Brandon, the blogger of The Daily Bipolar, inspired me to write this topic. In his post Emotional Repressiveness and I’m Past Depair, he explored emotional responses, the lack of expression, and some of his reasoning how this may have come about.
None of us are immune. We are all guilty of repressing an emotion at one time or another. But the question is why? With all of this talk of emotional outlets and coping strategies, why do we still continue to engage in this behavior?
I certainly am guilty of it. I am still sad about the loss of Zen. I had a depressive episode in the next week that involved two instances of self injurious behavior. I’m unhappy in my marriage. I am very angry about a lot of things that I’d rather not reference at the moment. And the only people who know are the ones who read it here.
These words are not clearly on my face. A student noticed my low energy level and asked if I was tired. My husband noticed the bandages. And for everything else, there is no voice. Just a bottle, rattling on a shelf in my mind, heart, and soul.
Why? Why didn’t I just say something? Because if I spoke those words aloud, even in an empty room, it would make everything real. I’d have look into the twisted, ugly face of depression. I’d have to really see the actual damage I did, that I inflicted upon myself. Opening the closet to don my armor in order to walk across the battlefield of love and marriage is a possibility I couldn’t face.
Sometimes, we all fall prey to our own cowardice.
There are other reasons for repression, too. Society sees some emotions as weakness and will certainly prey on it. I’m at the poker table of life and I show a hint of doubt, insecurity, anxiety. The other players will take me for everything I have. Crying in public is grounds for constant ridicule. Expressions of anger will either provoke fear or more anger resulting in vendettas. Others will stop at nothing for their vindication.
I fear those repercussions. I have enough turbulence without inciting more. Certainly, I don’t care what people think. But, I care what they do. A person’s actions can cause immense damage. Just a singular word may be the push of a tiny button that sets off the nuclear holocaust.
Grow a thicker hide.
I’ve heard those words my whole life. But what does it really mean? People carelessly use that phrase in the sense that we shouldn’t let people or situations get the better of us. But, in reality, it means to grow an outer shell. It promotes stoicism and repression. And worse, it encourages us to isolate ourselves because expression is inappropriate.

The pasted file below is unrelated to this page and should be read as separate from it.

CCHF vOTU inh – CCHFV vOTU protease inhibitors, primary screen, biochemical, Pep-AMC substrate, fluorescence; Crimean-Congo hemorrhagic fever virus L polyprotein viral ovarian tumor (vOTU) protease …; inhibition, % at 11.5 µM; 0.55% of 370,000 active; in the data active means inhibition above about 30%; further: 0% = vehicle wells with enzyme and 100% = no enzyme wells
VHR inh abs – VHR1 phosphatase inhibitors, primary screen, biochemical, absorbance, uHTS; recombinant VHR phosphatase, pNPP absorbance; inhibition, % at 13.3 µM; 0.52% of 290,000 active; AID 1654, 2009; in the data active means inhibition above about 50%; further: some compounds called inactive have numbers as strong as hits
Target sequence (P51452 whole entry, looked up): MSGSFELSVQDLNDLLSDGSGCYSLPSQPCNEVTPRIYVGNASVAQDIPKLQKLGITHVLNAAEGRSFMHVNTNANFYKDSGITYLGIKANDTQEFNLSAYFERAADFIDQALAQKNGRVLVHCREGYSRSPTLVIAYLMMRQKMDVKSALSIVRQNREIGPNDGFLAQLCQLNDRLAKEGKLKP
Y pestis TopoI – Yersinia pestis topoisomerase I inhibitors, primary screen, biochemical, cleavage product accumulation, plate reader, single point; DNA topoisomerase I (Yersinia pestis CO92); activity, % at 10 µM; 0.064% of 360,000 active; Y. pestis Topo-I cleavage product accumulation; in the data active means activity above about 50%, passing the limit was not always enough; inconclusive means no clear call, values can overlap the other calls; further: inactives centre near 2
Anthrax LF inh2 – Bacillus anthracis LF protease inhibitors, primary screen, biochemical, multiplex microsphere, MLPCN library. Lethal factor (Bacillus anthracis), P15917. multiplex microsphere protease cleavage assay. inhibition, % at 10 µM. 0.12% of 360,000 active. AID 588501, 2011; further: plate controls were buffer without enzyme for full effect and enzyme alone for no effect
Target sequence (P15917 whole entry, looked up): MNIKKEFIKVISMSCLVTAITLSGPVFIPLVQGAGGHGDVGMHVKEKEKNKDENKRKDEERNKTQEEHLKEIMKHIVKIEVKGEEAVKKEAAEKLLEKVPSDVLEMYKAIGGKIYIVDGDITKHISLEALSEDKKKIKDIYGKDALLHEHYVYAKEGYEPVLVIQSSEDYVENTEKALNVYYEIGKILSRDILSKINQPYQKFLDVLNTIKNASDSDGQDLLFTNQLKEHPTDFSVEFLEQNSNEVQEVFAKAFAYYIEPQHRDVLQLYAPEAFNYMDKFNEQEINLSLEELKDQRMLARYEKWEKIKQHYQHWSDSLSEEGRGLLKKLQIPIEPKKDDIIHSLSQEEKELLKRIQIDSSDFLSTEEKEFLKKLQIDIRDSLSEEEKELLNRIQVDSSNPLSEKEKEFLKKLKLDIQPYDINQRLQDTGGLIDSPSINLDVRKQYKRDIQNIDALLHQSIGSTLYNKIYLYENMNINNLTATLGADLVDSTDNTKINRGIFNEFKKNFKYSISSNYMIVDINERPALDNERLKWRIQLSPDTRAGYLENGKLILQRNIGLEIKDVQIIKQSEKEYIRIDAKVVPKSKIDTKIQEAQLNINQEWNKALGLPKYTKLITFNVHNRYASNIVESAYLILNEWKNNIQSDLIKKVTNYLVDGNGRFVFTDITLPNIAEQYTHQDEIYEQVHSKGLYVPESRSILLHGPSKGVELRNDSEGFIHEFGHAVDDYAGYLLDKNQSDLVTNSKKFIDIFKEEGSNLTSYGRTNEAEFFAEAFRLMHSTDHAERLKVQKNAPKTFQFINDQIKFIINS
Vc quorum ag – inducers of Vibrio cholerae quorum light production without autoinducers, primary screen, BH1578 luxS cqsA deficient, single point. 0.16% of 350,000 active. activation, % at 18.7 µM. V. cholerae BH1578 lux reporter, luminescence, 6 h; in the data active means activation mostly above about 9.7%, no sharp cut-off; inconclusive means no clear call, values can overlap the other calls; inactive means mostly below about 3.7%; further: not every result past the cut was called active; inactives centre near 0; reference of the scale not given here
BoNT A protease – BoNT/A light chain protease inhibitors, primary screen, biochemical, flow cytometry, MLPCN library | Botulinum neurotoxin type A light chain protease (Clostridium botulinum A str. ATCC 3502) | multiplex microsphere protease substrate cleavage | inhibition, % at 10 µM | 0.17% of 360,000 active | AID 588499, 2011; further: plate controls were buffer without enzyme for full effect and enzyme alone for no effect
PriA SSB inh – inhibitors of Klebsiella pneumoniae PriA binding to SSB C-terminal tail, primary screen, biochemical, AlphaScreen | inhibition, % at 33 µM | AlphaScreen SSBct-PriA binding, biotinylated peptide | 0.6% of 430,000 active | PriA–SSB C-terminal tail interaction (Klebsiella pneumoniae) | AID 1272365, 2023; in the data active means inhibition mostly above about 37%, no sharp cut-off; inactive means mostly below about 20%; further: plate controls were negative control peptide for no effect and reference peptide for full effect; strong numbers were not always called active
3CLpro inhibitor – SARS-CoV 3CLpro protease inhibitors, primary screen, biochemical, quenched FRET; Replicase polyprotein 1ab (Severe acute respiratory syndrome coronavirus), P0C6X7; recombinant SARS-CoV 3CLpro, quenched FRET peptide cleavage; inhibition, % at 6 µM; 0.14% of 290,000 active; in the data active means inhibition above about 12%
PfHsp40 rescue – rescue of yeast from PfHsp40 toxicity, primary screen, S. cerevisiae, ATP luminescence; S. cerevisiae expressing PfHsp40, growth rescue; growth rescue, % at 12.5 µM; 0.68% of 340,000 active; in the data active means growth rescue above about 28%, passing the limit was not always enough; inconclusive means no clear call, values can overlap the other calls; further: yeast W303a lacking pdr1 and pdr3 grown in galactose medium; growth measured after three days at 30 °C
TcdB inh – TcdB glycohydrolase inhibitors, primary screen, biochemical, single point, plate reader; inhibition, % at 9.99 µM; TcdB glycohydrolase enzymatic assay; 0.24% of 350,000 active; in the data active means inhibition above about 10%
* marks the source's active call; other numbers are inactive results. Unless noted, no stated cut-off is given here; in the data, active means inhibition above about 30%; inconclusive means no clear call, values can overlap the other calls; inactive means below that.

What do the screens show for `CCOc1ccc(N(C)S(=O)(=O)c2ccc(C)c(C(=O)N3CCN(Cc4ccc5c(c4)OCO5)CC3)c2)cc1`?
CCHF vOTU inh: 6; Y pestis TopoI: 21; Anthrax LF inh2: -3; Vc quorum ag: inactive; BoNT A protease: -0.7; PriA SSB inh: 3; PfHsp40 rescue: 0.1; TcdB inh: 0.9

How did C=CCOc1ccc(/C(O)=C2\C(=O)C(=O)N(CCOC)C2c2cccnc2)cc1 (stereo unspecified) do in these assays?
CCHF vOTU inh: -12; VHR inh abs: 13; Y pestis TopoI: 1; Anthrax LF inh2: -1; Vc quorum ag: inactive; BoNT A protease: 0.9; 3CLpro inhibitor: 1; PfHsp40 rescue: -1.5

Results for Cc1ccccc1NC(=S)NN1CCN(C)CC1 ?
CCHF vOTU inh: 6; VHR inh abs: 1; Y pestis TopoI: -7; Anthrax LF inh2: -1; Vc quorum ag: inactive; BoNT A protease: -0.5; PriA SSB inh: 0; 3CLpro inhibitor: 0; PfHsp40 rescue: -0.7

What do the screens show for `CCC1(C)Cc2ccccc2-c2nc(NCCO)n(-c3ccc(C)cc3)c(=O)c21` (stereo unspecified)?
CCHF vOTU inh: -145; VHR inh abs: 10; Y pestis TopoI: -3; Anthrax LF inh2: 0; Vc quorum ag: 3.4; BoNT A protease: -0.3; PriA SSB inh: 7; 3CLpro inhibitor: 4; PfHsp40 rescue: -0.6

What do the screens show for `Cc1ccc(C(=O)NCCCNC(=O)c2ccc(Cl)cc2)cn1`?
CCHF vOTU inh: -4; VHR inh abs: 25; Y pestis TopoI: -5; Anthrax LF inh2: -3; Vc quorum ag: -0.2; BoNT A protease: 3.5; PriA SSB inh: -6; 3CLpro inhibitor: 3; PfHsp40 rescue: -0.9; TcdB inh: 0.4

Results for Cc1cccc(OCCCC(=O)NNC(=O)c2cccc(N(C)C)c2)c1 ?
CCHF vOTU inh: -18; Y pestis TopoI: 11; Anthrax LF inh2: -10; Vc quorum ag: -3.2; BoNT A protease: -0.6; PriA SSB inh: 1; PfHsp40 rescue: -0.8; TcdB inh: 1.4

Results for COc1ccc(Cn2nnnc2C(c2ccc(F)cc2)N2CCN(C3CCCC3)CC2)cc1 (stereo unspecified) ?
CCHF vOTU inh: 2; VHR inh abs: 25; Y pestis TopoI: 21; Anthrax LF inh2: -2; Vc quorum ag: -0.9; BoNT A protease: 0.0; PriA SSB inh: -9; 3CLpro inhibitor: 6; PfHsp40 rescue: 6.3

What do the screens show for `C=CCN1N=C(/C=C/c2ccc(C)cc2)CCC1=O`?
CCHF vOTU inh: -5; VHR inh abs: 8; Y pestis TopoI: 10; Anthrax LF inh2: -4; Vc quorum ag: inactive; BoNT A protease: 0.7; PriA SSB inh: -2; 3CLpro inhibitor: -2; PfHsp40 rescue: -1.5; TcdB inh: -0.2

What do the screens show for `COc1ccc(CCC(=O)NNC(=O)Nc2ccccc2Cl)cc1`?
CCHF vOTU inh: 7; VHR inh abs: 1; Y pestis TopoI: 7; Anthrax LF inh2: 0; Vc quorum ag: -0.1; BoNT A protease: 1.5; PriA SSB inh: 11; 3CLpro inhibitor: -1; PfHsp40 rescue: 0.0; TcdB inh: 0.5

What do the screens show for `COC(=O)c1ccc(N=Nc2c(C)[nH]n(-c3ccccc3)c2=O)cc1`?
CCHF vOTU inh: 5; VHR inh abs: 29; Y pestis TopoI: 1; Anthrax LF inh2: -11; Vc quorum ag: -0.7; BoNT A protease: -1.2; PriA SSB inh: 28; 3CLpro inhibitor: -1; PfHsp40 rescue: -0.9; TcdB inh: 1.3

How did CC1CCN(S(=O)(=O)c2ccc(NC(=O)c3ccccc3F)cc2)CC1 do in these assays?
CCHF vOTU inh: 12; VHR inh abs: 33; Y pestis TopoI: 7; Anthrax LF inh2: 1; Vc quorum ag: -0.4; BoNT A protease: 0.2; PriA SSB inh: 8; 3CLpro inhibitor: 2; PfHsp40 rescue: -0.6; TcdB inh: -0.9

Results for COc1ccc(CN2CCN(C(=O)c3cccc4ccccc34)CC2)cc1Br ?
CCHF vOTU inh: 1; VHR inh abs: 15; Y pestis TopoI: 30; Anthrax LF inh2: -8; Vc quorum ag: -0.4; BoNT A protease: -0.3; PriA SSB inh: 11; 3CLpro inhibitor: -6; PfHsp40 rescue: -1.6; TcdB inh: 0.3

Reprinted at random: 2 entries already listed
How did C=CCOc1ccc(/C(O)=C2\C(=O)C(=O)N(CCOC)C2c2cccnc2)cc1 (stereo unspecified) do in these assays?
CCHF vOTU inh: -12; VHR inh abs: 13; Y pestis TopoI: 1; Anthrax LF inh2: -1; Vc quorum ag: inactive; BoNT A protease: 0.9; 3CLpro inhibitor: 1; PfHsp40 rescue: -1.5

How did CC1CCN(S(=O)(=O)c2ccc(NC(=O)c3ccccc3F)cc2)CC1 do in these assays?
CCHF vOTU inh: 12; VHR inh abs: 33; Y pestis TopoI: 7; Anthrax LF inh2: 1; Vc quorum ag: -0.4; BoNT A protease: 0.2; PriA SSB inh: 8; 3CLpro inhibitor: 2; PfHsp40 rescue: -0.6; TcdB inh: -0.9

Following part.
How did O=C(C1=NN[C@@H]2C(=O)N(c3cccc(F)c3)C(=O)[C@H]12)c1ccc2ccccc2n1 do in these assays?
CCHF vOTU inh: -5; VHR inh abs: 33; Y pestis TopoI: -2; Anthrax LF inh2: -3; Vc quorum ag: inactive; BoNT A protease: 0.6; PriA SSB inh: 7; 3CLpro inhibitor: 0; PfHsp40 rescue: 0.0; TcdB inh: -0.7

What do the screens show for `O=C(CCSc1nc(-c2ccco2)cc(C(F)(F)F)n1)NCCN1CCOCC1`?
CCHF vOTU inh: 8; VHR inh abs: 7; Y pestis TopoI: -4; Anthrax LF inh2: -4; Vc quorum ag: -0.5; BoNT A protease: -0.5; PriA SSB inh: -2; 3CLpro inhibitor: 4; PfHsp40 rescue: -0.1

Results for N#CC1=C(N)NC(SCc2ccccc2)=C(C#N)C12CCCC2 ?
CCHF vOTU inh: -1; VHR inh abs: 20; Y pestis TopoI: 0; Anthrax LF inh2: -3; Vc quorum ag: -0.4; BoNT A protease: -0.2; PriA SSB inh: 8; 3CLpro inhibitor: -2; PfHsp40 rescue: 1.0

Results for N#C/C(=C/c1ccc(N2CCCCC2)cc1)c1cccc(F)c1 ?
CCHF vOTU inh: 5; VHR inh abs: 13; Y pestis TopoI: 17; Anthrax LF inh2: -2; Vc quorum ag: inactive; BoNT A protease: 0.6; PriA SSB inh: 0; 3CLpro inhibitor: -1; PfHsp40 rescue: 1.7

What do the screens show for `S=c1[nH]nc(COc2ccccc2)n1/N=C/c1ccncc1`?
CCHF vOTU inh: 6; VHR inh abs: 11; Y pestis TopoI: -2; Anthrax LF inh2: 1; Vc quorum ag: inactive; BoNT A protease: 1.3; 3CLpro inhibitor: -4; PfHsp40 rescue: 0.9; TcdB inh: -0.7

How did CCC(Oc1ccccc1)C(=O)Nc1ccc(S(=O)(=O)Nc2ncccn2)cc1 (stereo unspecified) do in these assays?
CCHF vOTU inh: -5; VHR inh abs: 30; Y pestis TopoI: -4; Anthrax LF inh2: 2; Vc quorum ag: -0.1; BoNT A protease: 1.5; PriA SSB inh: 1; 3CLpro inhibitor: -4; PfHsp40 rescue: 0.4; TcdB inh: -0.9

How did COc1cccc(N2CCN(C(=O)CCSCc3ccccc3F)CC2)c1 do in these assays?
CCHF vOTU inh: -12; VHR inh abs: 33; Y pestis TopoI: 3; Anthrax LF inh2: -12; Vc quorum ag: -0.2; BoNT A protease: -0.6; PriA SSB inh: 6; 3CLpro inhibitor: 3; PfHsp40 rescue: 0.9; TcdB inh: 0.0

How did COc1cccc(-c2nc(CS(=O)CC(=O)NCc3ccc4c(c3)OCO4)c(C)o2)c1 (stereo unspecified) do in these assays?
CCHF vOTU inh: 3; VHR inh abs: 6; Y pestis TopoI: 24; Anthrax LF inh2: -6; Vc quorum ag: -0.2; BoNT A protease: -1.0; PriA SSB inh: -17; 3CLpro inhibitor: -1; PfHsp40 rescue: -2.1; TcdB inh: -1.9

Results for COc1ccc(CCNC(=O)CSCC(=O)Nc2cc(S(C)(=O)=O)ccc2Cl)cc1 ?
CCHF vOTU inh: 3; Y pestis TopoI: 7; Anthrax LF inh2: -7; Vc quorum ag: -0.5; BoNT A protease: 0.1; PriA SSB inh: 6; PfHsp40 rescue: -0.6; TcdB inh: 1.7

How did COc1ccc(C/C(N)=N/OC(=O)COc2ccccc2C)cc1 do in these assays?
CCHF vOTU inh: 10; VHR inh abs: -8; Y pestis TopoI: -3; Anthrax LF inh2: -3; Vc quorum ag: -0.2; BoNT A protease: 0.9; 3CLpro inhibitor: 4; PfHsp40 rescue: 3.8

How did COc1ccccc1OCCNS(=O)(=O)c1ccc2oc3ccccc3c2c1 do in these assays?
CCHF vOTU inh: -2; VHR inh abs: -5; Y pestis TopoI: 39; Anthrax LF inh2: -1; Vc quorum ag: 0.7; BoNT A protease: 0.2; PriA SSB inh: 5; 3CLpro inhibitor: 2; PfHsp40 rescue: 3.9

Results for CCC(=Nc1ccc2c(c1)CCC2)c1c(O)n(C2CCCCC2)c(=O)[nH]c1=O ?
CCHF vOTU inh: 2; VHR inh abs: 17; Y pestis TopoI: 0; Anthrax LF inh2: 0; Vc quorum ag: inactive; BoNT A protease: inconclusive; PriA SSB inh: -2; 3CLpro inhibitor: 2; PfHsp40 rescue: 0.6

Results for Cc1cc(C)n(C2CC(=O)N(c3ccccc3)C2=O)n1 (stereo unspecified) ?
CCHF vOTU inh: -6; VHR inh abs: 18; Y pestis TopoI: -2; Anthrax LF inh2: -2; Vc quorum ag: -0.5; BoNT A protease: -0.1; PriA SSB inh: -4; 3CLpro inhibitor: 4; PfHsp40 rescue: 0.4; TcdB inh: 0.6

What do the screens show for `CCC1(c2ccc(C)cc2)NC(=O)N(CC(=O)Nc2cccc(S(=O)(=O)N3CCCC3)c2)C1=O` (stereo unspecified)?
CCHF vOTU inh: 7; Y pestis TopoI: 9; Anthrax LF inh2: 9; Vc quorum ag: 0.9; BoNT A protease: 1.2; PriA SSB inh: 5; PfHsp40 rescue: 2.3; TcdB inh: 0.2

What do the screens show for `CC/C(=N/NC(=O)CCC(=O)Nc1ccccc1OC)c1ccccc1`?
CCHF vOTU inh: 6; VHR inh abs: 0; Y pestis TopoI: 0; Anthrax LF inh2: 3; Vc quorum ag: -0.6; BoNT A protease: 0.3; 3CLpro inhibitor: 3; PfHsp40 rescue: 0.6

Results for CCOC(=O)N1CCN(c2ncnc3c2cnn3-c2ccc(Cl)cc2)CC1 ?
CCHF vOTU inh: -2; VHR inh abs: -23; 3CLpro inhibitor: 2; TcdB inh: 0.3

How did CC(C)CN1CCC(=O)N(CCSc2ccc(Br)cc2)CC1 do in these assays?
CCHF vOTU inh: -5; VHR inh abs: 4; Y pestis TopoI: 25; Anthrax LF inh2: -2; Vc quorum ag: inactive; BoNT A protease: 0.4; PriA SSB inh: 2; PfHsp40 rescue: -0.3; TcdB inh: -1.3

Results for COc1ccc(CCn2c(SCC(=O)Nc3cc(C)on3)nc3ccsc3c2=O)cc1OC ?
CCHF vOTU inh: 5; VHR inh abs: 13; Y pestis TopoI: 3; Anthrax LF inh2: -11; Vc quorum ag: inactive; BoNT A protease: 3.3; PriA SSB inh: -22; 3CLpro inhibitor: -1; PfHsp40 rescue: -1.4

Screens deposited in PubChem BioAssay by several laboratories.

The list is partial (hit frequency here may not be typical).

This is especially the case when people are aware and informed of our mental health concerns. There are two extremes in this scenario. First, I express an emotion and it’s considered “symptomatic”. In one extreme, people become alarmists and respond with incessant worry or “suicide watch”. Then, in another extreme, I express an emotion and it is rationalized away under the banner of my “illness”. Neither responses are desirable and possibly more damaging.
I increasingly find myself shelving emotional responses when they arise. Sure, I might fly this under the banner of “control” and / or “disclosure”. And sometimes that can be considered the whole truth. I need time to “process”, so I can determine the causation and proceed with an appropriate behavioral response. That’s what building cognitive-behavioral therapy is all about, right? Mostly, it’s only a half-truth and another reason finds an application.
Repression of emotions arises from many years of modeling, punishment for expression, and positive reinforcement of suppression. Eventually, it becomes a knee-jerk reaction for many of us.
How do we overcome?
© Tallulah “Lulu” Stark and A Canvas Of The Minds 2011. Unauthorized use and/or duplication of this material without express and written permission from this blog’s author and/or owner is strictly prohibited. Excerpts and links may be used, provided that full and clear credit is given to Tallulah “Lulu” Stark and A Canvas Of The Minds with appropriate and specific direction to the original content.